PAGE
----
Embattled Phiyega asks if we're having a 'veiled gender debate'

Riah Phiyega said her predecessors, Bheki Cele and Jackie Selebi, had never received the same harrowing attention during their tenure. (Gallo)

Riah Phiyega said her predecessors, Bheki Cele and Jackie Selebi, had never received the same harrowing attention during their tenure. (Gallo)

"Why, when Phiyega comes it becomes a huge debate? The president can appoint a man or a woman to control and manage the organisation and I had the requisite skills," she was quoted as saying in the Sunday Times.

"Are we having a veiled gender debate? What is the discomfort? You can feel that there is a sense of discomfort but what is it ... I'm trying to unmask the discomfort."

Phiyega said her predecessors, Bheki Cele and Jackie Selebi, had never received the same harrowing attention during their tenure.

"In the 100 years of the history of the police they introduce a woman. Is that a challenge? I don't know, I don't have the answer."

Phiyega has come under the spotlight in recent months after several cases of police brutality.

In Marikana, North West, 34 striking miners were shot dead by police on August 16 last year.
Phiyega testified before the Farlam commission of inquiry, which is investigating the shooting, on Thursday. She is scheduled to appear before it again this week.

On February 26 Mozambican taxi driver Mido Macia was dragged behind a police van in Daveyton and later died in police cells. Nine officers allegedly involved in the dragging and his death are facing charges in court.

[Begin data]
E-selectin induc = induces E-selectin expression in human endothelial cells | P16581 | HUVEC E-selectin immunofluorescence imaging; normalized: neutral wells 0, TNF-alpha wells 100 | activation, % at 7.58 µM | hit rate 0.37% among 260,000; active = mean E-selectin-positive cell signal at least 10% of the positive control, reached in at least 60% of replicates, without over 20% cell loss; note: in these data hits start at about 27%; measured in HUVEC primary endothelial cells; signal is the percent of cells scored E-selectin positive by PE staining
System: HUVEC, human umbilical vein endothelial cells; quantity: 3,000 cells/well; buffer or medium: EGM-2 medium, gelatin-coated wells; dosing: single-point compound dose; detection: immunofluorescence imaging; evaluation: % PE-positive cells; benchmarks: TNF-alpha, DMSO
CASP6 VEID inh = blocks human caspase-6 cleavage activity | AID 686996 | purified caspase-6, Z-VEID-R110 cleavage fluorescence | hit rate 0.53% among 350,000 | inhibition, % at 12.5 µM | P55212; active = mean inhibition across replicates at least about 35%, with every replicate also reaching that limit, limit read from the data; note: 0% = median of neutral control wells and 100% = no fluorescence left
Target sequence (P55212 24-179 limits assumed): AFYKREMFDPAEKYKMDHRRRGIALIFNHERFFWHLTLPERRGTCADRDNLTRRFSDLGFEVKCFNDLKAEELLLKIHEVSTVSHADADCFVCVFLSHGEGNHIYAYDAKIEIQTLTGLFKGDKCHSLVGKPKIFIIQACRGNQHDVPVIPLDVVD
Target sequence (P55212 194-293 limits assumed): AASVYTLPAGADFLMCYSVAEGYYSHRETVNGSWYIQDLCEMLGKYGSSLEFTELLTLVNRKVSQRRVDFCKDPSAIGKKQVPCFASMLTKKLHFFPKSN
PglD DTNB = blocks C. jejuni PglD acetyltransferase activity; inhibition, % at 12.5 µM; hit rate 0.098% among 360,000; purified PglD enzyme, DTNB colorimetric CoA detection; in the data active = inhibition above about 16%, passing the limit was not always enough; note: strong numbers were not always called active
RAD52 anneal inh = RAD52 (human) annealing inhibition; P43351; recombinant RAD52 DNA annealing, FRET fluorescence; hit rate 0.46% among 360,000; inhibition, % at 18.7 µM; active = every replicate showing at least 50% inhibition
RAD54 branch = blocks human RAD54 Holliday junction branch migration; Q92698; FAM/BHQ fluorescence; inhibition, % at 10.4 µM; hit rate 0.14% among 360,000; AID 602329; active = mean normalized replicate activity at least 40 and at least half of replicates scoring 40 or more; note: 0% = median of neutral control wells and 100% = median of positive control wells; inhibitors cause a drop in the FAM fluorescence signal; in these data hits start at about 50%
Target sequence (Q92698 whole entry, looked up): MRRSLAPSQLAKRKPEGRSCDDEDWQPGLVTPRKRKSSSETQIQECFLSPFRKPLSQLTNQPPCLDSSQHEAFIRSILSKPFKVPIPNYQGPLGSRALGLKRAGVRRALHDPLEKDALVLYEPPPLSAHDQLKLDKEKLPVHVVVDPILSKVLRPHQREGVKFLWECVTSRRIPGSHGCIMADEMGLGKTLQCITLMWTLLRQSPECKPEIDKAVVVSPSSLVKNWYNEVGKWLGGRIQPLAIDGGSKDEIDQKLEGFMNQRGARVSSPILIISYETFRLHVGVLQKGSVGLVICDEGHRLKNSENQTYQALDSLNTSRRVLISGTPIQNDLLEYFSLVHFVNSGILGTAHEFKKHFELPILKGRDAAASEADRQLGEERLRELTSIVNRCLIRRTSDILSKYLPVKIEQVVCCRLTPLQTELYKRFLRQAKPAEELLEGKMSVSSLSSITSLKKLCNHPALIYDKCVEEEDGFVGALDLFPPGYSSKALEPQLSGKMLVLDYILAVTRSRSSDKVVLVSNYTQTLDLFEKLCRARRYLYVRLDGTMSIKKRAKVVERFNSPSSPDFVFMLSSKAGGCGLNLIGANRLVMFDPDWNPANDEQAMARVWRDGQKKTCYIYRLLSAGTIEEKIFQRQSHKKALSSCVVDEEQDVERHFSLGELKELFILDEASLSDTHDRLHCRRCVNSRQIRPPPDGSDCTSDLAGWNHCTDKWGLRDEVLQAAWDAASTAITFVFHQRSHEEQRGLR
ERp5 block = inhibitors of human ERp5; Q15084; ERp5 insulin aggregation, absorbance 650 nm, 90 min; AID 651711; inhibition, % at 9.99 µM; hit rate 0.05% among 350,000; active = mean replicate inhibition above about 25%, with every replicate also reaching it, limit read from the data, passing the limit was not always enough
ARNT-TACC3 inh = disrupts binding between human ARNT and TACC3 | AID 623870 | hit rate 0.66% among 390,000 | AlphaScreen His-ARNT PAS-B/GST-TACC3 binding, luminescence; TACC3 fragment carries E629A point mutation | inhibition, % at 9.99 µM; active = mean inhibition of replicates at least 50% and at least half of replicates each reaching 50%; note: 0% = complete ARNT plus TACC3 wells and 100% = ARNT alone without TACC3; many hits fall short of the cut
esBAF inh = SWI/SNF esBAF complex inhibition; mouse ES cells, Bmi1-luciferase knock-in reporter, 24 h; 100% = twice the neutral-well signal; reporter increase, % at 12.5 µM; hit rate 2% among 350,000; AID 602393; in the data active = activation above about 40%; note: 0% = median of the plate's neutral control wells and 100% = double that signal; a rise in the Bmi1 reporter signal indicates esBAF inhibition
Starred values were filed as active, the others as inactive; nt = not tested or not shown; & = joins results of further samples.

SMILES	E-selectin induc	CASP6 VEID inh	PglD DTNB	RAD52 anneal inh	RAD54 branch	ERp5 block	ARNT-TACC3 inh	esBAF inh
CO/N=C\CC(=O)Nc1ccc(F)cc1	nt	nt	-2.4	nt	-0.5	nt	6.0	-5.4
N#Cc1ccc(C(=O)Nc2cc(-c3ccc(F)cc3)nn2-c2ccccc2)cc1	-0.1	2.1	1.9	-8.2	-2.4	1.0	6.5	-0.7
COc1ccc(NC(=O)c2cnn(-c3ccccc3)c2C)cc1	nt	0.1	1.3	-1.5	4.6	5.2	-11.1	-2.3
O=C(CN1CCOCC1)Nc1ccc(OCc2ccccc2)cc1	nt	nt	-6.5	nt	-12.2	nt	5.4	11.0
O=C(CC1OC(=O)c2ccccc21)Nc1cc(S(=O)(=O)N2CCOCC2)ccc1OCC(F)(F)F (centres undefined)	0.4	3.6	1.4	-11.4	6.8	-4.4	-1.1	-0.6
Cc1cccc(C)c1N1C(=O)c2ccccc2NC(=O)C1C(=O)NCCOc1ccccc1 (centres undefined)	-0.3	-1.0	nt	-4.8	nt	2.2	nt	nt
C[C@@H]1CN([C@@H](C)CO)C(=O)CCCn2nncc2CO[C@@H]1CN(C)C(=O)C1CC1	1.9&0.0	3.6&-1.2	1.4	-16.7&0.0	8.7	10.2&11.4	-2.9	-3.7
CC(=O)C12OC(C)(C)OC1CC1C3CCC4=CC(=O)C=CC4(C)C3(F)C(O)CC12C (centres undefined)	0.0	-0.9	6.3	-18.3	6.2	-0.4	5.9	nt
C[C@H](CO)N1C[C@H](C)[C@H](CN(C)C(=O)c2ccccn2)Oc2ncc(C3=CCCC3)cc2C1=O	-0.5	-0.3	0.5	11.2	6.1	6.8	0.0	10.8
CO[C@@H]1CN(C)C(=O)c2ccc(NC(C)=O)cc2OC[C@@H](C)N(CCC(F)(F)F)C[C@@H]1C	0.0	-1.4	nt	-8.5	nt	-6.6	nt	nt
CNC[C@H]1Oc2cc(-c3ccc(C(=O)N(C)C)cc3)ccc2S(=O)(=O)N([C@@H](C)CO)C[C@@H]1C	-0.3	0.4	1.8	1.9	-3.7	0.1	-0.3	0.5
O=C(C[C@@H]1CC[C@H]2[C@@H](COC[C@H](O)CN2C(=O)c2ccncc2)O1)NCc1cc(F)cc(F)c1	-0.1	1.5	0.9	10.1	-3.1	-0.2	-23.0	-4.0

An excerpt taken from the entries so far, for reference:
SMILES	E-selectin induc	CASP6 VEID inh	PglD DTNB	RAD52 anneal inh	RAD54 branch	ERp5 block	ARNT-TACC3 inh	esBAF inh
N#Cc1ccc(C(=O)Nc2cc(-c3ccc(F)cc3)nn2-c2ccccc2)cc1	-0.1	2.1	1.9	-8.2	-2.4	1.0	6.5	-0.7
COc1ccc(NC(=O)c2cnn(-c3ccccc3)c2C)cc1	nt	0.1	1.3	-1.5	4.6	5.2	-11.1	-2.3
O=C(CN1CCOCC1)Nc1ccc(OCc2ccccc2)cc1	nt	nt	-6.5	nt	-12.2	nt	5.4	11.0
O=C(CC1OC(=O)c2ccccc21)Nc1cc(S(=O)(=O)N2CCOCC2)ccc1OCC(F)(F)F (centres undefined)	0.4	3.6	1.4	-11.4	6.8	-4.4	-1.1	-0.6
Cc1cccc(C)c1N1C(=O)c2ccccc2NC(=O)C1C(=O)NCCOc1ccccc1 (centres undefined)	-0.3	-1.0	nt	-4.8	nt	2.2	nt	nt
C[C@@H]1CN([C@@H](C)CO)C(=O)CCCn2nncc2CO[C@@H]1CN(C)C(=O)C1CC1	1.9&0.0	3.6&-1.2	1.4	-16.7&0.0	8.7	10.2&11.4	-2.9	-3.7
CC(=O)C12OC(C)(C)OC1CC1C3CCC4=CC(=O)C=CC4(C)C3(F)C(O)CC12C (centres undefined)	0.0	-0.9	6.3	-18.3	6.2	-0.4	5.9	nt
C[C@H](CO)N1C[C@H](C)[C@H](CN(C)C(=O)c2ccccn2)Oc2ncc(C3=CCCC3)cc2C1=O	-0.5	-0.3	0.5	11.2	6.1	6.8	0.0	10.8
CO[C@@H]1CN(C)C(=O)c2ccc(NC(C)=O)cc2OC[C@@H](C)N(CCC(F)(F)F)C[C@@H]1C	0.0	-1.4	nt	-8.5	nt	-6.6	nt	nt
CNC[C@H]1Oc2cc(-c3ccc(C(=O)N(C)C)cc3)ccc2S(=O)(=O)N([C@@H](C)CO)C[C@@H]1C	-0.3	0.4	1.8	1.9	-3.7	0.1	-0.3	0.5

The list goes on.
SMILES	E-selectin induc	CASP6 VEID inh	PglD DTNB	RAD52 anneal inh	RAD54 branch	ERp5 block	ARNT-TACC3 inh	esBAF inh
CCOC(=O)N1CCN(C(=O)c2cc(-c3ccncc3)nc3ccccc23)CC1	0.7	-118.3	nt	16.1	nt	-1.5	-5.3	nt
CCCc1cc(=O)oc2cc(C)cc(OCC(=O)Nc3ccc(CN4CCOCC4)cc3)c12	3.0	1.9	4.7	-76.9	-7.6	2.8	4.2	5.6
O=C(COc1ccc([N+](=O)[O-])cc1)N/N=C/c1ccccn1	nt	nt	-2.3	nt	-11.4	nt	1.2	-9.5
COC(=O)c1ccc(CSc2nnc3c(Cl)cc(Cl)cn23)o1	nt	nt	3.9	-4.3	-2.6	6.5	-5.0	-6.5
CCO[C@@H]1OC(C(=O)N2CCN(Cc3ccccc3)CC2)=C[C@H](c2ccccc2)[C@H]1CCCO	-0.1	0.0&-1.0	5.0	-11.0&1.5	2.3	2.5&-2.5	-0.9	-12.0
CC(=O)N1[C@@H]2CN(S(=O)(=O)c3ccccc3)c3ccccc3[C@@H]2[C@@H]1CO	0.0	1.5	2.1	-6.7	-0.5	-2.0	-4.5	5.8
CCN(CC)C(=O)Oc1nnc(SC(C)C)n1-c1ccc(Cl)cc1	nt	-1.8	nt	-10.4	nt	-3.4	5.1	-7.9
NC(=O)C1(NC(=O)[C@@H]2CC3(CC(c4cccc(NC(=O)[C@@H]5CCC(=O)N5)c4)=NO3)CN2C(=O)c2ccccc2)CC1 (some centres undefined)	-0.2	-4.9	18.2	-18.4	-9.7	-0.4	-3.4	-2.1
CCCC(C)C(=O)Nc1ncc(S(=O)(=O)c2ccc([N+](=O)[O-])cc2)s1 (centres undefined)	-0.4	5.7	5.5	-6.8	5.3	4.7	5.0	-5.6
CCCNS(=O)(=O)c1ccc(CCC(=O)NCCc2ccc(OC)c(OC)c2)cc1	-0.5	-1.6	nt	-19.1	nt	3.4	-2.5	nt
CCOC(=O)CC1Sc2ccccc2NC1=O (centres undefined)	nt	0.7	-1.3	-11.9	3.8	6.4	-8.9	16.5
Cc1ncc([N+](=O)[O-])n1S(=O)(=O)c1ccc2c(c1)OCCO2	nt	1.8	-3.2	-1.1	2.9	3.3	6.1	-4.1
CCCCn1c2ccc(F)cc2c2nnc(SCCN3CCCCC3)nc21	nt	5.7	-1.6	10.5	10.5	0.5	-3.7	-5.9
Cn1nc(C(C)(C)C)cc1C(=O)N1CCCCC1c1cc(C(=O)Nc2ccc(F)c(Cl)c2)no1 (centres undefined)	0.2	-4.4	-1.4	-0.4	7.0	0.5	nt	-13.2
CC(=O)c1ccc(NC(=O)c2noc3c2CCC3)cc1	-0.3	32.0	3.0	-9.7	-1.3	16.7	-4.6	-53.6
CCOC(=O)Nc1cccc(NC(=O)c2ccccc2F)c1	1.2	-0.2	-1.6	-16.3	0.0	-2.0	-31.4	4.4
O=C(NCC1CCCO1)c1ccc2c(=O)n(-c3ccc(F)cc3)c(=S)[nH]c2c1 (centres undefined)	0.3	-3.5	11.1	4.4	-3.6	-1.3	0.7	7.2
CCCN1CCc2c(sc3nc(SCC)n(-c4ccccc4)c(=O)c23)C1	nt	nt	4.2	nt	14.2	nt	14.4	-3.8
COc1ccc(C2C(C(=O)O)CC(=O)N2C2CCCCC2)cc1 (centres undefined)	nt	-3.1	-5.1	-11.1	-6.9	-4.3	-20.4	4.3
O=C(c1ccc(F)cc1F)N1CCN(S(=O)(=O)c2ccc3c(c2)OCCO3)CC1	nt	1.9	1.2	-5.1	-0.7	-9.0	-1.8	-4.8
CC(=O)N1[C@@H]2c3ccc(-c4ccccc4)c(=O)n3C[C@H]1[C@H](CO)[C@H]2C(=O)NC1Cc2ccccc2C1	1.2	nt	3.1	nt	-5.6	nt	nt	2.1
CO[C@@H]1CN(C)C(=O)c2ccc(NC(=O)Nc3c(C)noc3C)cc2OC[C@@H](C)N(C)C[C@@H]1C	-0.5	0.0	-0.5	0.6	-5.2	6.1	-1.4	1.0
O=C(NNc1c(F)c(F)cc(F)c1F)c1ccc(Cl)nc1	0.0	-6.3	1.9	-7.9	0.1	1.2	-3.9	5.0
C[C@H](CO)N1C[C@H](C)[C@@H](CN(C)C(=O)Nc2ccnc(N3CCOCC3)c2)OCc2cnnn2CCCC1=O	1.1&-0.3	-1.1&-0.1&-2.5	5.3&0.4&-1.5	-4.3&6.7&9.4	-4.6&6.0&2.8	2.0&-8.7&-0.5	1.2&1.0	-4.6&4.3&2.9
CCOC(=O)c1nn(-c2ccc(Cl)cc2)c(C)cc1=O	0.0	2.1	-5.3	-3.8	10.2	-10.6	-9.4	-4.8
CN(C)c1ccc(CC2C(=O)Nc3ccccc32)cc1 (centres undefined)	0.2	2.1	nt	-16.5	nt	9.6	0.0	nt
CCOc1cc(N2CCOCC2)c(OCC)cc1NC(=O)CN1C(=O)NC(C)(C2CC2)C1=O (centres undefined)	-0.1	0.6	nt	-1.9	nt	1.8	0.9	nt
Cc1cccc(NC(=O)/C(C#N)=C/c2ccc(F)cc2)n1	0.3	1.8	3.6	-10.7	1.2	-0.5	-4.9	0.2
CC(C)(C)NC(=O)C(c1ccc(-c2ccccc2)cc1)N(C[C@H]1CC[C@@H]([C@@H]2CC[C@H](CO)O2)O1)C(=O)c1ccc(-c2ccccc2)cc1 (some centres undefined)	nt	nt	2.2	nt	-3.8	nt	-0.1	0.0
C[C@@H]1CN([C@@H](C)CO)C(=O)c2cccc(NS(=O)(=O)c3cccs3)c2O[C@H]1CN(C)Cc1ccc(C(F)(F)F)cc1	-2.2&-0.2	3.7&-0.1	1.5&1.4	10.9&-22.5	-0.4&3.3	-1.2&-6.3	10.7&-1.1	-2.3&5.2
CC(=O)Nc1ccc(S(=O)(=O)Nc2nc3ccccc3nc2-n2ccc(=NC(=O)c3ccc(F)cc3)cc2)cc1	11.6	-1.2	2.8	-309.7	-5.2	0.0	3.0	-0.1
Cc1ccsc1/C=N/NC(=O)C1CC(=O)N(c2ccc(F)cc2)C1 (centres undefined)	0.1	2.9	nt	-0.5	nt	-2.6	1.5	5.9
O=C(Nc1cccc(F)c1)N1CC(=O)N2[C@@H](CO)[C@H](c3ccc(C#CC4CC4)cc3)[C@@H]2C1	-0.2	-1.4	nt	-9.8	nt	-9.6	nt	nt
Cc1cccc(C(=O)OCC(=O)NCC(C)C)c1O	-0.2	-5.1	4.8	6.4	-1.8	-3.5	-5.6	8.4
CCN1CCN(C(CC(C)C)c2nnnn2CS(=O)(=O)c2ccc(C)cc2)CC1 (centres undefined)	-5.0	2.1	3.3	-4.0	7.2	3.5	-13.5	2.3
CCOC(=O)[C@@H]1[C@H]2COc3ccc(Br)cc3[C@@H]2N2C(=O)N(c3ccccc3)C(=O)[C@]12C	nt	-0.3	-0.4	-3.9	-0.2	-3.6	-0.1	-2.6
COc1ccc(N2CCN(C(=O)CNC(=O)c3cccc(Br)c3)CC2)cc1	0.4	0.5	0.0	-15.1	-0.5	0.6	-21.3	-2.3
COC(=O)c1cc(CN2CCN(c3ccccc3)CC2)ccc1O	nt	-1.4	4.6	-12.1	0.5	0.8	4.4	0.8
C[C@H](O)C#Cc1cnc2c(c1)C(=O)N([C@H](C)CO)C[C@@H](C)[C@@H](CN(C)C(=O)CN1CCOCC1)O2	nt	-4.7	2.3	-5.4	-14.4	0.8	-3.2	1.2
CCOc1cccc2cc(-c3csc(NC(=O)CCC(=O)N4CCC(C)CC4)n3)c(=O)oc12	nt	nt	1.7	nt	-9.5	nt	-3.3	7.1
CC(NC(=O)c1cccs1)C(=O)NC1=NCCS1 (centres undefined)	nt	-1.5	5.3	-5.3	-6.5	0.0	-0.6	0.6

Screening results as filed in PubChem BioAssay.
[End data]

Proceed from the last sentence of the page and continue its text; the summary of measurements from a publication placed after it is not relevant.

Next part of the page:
This week, a North West policeman was arrested for allegedly dragging a court interpreter with his van in Setlopo village.

Phiyega told the inquiry on Thursday that the shooting at Marikana was regrettable.

"The events at Marikana in August 2012 are of concern to me as well. The protracted and ever-increasing violent protest at Marikana, which culminated in the catastrophic and unprecedented loss of life, is to me regrettable."

Phiyega said the North West police commissioner called her on August 13 and said a "situation had developed" at the Marikana mine, where four people, including two security guards, had died.

"This necessitated the deployment of more police officers to keep the peace."

'Sufficiently grave' deaths

Phiyega said she was advised that "violence had escalated" and had resulted in the deaths of five people, including two police officers. The nine deaths were "sufficiently grave" to cause her to go to Marikana on the same day, the commission heard.

Accompanied by the Gauteng police commissioner, she arrived in Marikana at 6pm and was briefed by the provincial police about the protests. They went to the offices of Lonmin and met a mine delegation.

"The mine management informed the South African Police Service delegation that there were ongoing clashes between the members of two labour unions, the Association of Mineworkers and Construction Union and the National Union of Mineworkers," she said.

"The management further stated that the protesters were not their employees and are unknown to them and that, as such, Lonmin found no reason to negotiate with what they referred to as faceless people."

Phiyega instructed the North West commissioner to continue efforts to "bring competing unions to the negotiating table" to end the violence.

Phiyega said that in operations from 2009 to 2012, the police had handled 33 521 public order incidents, of which 3 195 were not peaceful.

"The police provide services that are underpinned by tested structure, management and strategies in law enforcement and public order policing," Phiyega said.

"The events at Marikana have no precedent in the history of our organisation in democratic South Africa." - Sapa

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